By Geoffrey Smith — The dollar stays on the floor, after being knocked down by Fed chair Jerome Powell on Friday. Hurricane Ida smashes Lousiana but oil prices fall after the worst-case scenario fails to materialize. China puts strict limits on minors' gaming time. Stocks are set to edge to new record highs at the open, and the EU is set to ban non-essential travel from the U.S. due to rising Covid-19 risks. Here's what you need to know in financial markets on Monday, 30 August.

1. Hurricane Ida blasts New Orleans, spares Gulf drilling rigs

Hurricane Ida battered Louisiana, bringing down much of the state’s power grid and taking some 2 million barrels a day of refining capacity offline. However, weekend rumors that it had also caused two big drilling platforms in the Gulf of Mexico, operated by Royal Dutch Shell (LON:RDSa), to become unmoored, turned out not to be true.

The hurricane is also pushing strong tidal surges up the Mississippi river, causing disruption to a major artery for U.S. trade, particularly in agricultural produce.

U.S. crude futures and Brent futures prices fell slightly on the news, after running up over 10% last week in anticipation of the storm. By 6:15 AM ET (1015), WTI was down 0.5% at $68.39 a barrel and Brent was down 0.1% at $71.65 a barrel.

2. Dollar labors after Powell's smackdown

The dollar stayed on the floor after being knocked down by Federal Reserve Chairman Jerome Powell on Friday. Risk assets continued their advance, with European equities gaining broadly.

By 6:15 AM ET, the index that tracks the dollar against a handful of advanced economy currencies was flat at 92.698, still down around half a percent from where it was when Powell started speaking at Jackson Hole. There was little impact on the euro from EU data that confirmed national surveys showing a decline in consumer and business confidence in August.

Powell had stressed that even a decision to start reducing asset purchases this year, if taken, would not mean an acceleration of the timetable for interest rate hikes. There is little on the data calendar to take attention away from that on Monday, with only pending home sales data for July and the Dallas Fed’s manufacturing survey due.

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3. Stocks set to edge higher; Zoom Video earnings in focus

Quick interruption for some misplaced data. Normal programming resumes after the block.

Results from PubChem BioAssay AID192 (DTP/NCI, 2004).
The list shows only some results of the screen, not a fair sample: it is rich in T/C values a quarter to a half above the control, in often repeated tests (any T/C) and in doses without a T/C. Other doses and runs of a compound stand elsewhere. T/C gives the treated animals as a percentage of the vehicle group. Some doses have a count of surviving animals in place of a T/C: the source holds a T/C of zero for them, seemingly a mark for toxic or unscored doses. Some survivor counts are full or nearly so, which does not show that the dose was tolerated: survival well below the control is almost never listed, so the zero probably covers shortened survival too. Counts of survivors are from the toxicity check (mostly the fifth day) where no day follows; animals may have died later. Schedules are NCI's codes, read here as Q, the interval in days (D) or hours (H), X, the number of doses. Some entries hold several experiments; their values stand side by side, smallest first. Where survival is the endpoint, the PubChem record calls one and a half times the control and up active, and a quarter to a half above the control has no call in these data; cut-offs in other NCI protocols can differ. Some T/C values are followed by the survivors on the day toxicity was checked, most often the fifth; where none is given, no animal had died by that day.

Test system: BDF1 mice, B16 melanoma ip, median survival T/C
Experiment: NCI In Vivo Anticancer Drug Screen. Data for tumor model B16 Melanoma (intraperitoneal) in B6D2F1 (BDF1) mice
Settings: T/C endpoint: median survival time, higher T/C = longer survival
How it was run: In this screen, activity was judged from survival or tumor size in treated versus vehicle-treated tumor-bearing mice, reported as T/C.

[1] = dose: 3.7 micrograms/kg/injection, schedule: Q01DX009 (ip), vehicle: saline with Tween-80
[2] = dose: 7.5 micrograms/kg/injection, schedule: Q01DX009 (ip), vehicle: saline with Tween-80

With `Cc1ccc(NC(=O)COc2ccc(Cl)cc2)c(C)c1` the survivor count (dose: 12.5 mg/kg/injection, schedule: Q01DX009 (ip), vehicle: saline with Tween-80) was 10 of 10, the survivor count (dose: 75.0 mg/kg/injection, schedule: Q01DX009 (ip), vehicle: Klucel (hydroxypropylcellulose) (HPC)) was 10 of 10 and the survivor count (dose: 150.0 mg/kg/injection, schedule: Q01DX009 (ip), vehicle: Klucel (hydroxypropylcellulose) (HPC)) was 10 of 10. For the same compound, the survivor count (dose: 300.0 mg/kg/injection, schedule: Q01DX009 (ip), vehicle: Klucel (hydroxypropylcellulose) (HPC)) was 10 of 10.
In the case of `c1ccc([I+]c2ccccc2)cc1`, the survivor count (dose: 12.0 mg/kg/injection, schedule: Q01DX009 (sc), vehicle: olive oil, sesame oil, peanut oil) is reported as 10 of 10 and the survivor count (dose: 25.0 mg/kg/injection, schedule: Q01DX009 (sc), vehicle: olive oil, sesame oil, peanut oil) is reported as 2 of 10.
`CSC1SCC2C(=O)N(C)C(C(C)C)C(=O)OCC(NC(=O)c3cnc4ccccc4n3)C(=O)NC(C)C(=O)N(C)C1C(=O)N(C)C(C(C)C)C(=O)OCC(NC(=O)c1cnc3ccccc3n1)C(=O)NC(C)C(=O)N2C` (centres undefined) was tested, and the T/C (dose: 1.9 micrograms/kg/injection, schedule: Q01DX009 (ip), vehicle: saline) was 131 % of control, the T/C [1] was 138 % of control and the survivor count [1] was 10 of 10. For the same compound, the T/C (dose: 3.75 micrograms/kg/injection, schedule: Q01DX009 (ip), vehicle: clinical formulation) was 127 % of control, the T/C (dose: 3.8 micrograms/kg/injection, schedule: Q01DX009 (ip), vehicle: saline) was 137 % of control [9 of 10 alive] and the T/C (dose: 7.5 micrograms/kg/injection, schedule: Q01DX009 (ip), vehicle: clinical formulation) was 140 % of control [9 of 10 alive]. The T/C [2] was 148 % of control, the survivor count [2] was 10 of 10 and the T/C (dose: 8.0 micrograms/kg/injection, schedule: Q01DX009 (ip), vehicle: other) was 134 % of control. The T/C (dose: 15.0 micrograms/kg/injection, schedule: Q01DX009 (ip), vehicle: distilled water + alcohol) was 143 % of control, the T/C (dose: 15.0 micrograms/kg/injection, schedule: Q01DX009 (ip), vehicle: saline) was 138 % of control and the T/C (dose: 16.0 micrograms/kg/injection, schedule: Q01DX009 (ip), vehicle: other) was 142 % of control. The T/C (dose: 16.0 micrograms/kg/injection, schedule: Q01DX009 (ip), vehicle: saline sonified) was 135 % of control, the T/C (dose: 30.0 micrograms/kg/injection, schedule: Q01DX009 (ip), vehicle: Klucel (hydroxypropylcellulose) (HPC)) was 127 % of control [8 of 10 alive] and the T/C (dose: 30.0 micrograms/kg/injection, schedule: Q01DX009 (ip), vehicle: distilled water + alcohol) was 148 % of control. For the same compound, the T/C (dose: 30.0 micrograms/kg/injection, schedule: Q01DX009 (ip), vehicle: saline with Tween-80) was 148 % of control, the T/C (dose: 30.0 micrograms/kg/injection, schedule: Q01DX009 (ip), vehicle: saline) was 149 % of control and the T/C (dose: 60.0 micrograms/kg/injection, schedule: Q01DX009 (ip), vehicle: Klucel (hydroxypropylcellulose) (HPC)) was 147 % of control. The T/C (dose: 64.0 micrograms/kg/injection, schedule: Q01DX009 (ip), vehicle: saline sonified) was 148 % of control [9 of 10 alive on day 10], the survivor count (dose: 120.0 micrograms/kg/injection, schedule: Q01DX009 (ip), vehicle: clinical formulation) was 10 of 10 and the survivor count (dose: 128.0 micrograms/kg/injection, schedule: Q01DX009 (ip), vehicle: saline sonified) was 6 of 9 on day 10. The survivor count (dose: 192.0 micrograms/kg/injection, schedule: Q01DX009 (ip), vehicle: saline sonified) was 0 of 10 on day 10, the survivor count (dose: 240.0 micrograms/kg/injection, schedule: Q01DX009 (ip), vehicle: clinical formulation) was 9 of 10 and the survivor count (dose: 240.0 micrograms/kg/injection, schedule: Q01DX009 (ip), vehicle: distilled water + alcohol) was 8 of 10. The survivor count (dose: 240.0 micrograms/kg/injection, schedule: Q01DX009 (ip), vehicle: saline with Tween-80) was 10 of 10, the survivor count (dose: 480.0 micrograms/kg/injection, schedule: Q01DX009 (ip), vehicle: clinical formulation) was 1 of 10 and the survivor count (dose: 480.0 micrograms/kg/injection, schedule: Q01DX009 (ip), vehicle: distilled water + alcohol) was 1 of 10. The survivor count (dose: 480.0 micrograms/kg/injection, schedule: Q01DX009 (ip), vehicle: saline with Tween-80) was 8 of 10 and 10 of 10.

U.S. stock markets are set to edge higher at the open, after hitting new record highs in response to Powell’s speech on Friday, reassured that the Fed will avoid the mistake of tightening monetary policy too quickly.

By 6:15 AM ET, Dow Jones futures were up 11 points, or less than 0.1%, while S&P 500 futures were up by a similar amount and Nasdaq 100 futures were up by a little more than 0.1%. The Nasdaq had outperformed on Friday as tech names continued to profit from a move away from cyclical and value trades against a still-alarming backdrop of rising Covid-19 cases.

Stocks likely to be in focus later include pandemic winner Zoom Video (NASDAQ:ZM), which will report its earnings after the close, and medical device maker Baxter (NYSE:BAX), which The Wall Street Journal reported is in advanced talks to buy Hill-Rom (NYSE:HRC) for some $10 billion. Hilll-Rom stock was up only 3.8% in premarket, suggesting a measure of skepticism about the deal being completed.

4. China cracks down on game time for minors

Also in focus later will be the ADRs of Chinese companies, with NetEase (NASDAQ:NTES) to the fore. The gaming stock fell 3.4% after China issue draft rules with tough new limits on gaming time for minors.

Local regulators said that in future, minors will only be able to access online games for one hour on Friday evenings, as well as on weekend days and holidays.

Food delivery company Meituan's ADRs (OTC:MPNGY) will also be in the spotlight later after it reported a quarterly loss that was narrower than forecast, but warned about the possible impact of future regulation.

5. EU set to ban non-essential U.S. travel as Delta wave reaches new highs

The European Union is set to ban non-essential travel from the U.S. into Europe, in response the rising risk of Covid-19 transmission, according to The Wall Street Journal.

The news hit European airline and travel stocks in early trading but U.S. airline stocks have not yet reacted.

The number of Covid-19 deaths in the U.S. averaged over 1,200 last week, the highest since March, while the number of new cases hit its highest since January. There are however signs that the infection curve in the U.S. may be flattening as the country’s vaccination drive slowly grinds into higher gear.

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